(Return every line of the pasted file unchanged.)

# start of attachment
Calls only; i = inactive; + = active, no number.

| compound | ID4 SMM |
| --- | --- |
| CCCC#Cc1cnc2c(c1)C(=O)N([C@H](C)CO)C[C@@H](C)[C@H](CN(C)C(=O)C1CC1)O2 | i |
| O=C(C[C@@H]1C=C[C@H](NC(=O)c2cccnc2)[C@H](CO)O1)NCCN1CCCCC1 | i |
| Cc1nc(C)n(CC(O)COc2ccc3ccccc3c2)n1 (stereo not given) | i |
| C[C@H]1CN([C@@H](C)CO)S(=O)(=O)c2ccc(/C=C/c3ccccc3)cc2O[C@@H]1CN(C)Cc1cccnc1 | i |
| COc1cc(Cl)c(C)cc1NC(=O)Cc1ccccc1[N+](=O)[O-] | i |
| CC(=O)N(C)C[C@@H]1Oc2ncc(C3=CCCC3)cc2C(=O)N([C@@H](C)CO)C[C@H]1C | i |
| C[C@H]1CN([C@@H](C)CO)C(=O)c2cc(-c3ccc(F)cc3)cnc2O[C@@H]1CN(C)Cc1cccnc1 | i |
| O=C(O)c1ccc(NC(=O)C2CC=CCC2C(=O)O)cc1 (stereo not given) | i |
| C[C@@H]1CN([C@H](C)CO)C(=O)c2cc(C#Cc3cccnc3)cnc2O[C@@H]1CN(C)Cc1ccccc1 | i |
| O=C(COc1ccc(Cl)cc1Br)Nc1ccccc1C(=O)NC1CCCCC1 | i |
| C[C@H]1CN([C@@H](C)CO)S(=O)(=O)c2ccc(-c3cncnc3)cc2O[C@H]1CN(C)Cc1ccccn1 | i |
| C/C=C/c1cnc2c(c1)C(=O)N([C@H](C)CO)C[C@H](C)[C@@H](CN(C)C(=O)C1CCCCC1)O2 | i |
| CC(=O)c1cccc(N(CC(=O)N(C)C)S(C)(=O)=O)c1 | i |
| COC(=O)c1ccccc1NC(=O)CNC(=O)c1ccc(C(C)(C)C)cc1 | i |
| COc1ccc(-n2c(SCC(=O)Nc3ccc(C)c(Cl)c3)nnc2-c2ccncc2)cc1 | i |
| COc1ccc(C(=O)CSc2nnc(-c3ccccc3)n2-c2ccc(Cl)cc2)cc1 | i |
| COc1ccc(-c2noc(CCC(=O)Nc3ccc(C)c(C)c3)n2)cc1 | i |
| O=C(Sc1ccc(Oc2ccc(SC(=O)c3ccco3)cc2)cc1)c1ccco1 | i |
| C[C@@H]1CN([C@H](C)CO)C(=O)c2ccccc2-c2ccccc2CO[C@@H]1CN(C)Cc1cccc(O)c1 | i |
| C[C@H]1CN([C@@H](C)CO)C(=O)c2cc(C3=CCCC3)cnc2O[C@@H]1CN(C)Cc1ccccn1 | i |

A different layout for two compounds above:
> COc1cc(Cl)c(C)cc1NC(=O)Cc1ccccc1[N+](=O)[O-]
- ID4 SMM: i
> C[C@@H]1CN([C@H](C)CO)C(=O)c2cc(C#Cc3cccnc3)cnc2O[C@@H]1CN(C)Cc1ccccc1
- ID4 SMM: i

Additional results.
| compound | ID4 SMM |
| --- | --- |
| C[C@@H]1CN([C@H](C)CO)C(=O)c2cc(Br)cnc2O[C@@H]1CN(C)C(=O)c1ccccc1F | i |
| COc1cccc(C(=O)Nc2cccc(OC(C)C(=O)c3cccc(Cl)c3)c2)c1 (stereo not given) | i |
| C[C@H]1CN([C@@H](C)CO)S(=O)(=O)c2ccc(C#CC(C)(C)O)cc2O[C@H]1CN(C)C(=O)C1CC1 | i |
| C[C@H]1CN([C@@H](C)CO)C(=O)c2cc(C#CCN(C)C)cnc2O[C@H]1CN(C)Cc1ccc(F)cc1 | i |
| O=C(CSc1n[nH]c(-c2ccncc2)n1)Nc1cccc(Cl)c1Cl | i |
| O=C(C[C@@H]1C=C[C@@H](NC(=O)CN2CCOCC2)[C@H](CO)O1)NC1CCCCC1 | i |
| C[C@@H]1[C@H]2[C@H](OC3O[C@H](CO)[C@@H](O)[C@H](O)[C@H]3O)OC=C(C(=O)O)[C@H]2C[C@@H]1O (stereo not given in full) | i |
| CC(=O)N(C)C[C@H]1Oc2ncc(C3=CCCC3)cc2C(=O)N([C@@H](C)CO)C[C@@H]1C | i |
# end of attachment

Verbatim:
Calls only; i = inactive; + = active, no number.

| compound | ID4 SMM |
| --- | --- |
| CCCC#Cc1cnc2c(c1)C(=O)N([C@H](C)CO)C[C@@H](C)[C@H](CN(C)C(=O)C1CC1)O2 | i |
| O=C(C[C@@H]1C=C[C@H](NC(=O)c2cccnc2)[C@H](CO)O1)NCCN1CCCCC1 | i |
| Cc1nc(C)n(CC(O)COc2ccc3ccccc3c2)n1 (stereo not given) | i |
| C[C@H]1CN([C@@H](C)CO)S(=O)(=O)c2ccc(/C=C/c3ccccc3)cc2O[C@@H]1CN(C)Cc1cccnc1 | i |
| COc1cc(Cl)c(C)cc1NC(=O)Cc1ccccc1[N+](=O)[O-] | i |
| CC(=O)N(C)C[C@@H]1Oc2ncc(C3=CCCC3)cc2C(=O)N([C@@H](C)CO)C[C@H]1C | i |
| C[C@H]1CN([C@@H](C)CO)C(=O)c2cc(-c3ccc(F)cc3)cnc2O[C@@H]1CN(C)Cc1cccnc1 | i |
| O=C(O)c1ccc(NC(=O)C2CC=CCC2C(=O)O)cc1 (stereo not given) | i |
| C[C@@H]1CN([C@H](C)CO)C(=O)c2cc(C#Cc3cccnc3)cnc2O[C@@H]1CN(C)Cc1ccccc1 | i |
| O=C(COc1ccc(Cl)cc1Br)Nc1ccccc1C(=O)NC1CCCCC1 | i |
| C[C@H]1CN([C@@H](C)CO)S(=O)(=O)c2ccc(-c3cncnc3)cc2O[C@H]1CN(C)Cc1ccccn1 | i |
| C/C=C/c1cnc2c(c1)C(=O)N([C@H](C)CO)C[C@H](C)[C@@H](CN(C)C(=O)C1CCCCC1)O2 | i |
| CC(=O)c1cccc(N(CC(=O)N(C)C)S(C)(=O)=O)c1 | i |
| COC(=O)c1ccccc1NC(=O)CNC(=O)c1ccc(C(C)(C)C)cc1 | i |
| COc1ccc(-n2c(SCC(=O)Nc3ccc(C)c(Cl)c3)nnc2-c2ccncc2)cc1 | i |
| COc1ccc(C(=O)CSc2nnc(-c3ccccc3)n2-c2ccc(Cl)cc2)cc1 | i |
| COc1ccc(-c2noc(CCC(=O)Nc3ccc(C)c(C)c3)n2)cc1 | i |
| O=C(Sc1ccc(Oc2ccc(SC(=O)c3ccco3)cc2)cc1)c1ccco1 | i |
| C[C@@H]1CN([C@H](C)CO)C(=O)c2ccccc2-c2ccccc2CO[C@@H]1CN(C)Cc1cccc(O)c1 | i |
| C[C@H]1CN([C@@H](C)CO)C(=O)c2cc(C3=CCCC3)cnc2O[C@@H]1CN(C)Cc1ccccn1 | i |

A different layout for two compounds above:
> COc1cc(Cl)c(C)cc1NC(=O)Cc1ccccc1[N+](=O)[O-]
- ID4 SMM: i
> C[C@@H]1CN([C@H](C)CO)C(=O)c2cc(C#Cc3cccnc3)cnc2O[C@@H]1CN(C)Cc1ccccc1
- ID4 SMM: i

Additional results.
| compound | ID4 SMM |
| --- | --- |
| C[C@@H]1CN([C@H](C)CO)C(=O)c2cc(Br)cnc2O[C@@H]1CN(C)C(=O)c1ccccc1F | i |
| COc1cccc(C(=O)Nc2cccc(OC(C)C(=O)c3cccc(Cl)c3)c2)c1 (stereo not given) | i |
| C[C@H]1CN([C@@H](C)CO)S(=O)(=O)c2ccc(C#CC(C)(C)O)cc2O[C@H]1CN(C)C(=O)C1CC1 | i |
| C[C@H]1CN([C@@H](C)CO)C(=O)c2cc(C#CCN(C)C)cnc2O[C@H]1CN(C)Cc1ccc(F)cc1 | i |
| O=C(CSc1n[nH]c(-c2ccncc2)n1)Nc1cccc(Cl)c1Cl | i |
| O=C(C[C@@H]1C=C[C@@H](NC(=O)CN2CCOCC2)[C@H](CO)O1)NC1CCCCC1 | i |
| C[C@@H]1[C@H]2[C@H](OC3O[C@H](CO)[C@@H](O)[C@H](O)[C@H]3O)OC=C(C(=O)O)[C@H]2C[C@@H]1O (stereo not given in full) | i |
| CC(=O)N(C)C[C@H]1Oc2ncc(C3=CCCC3)cc2C(=O)N([C@@H](C)CO)C[C@@H]1C | i |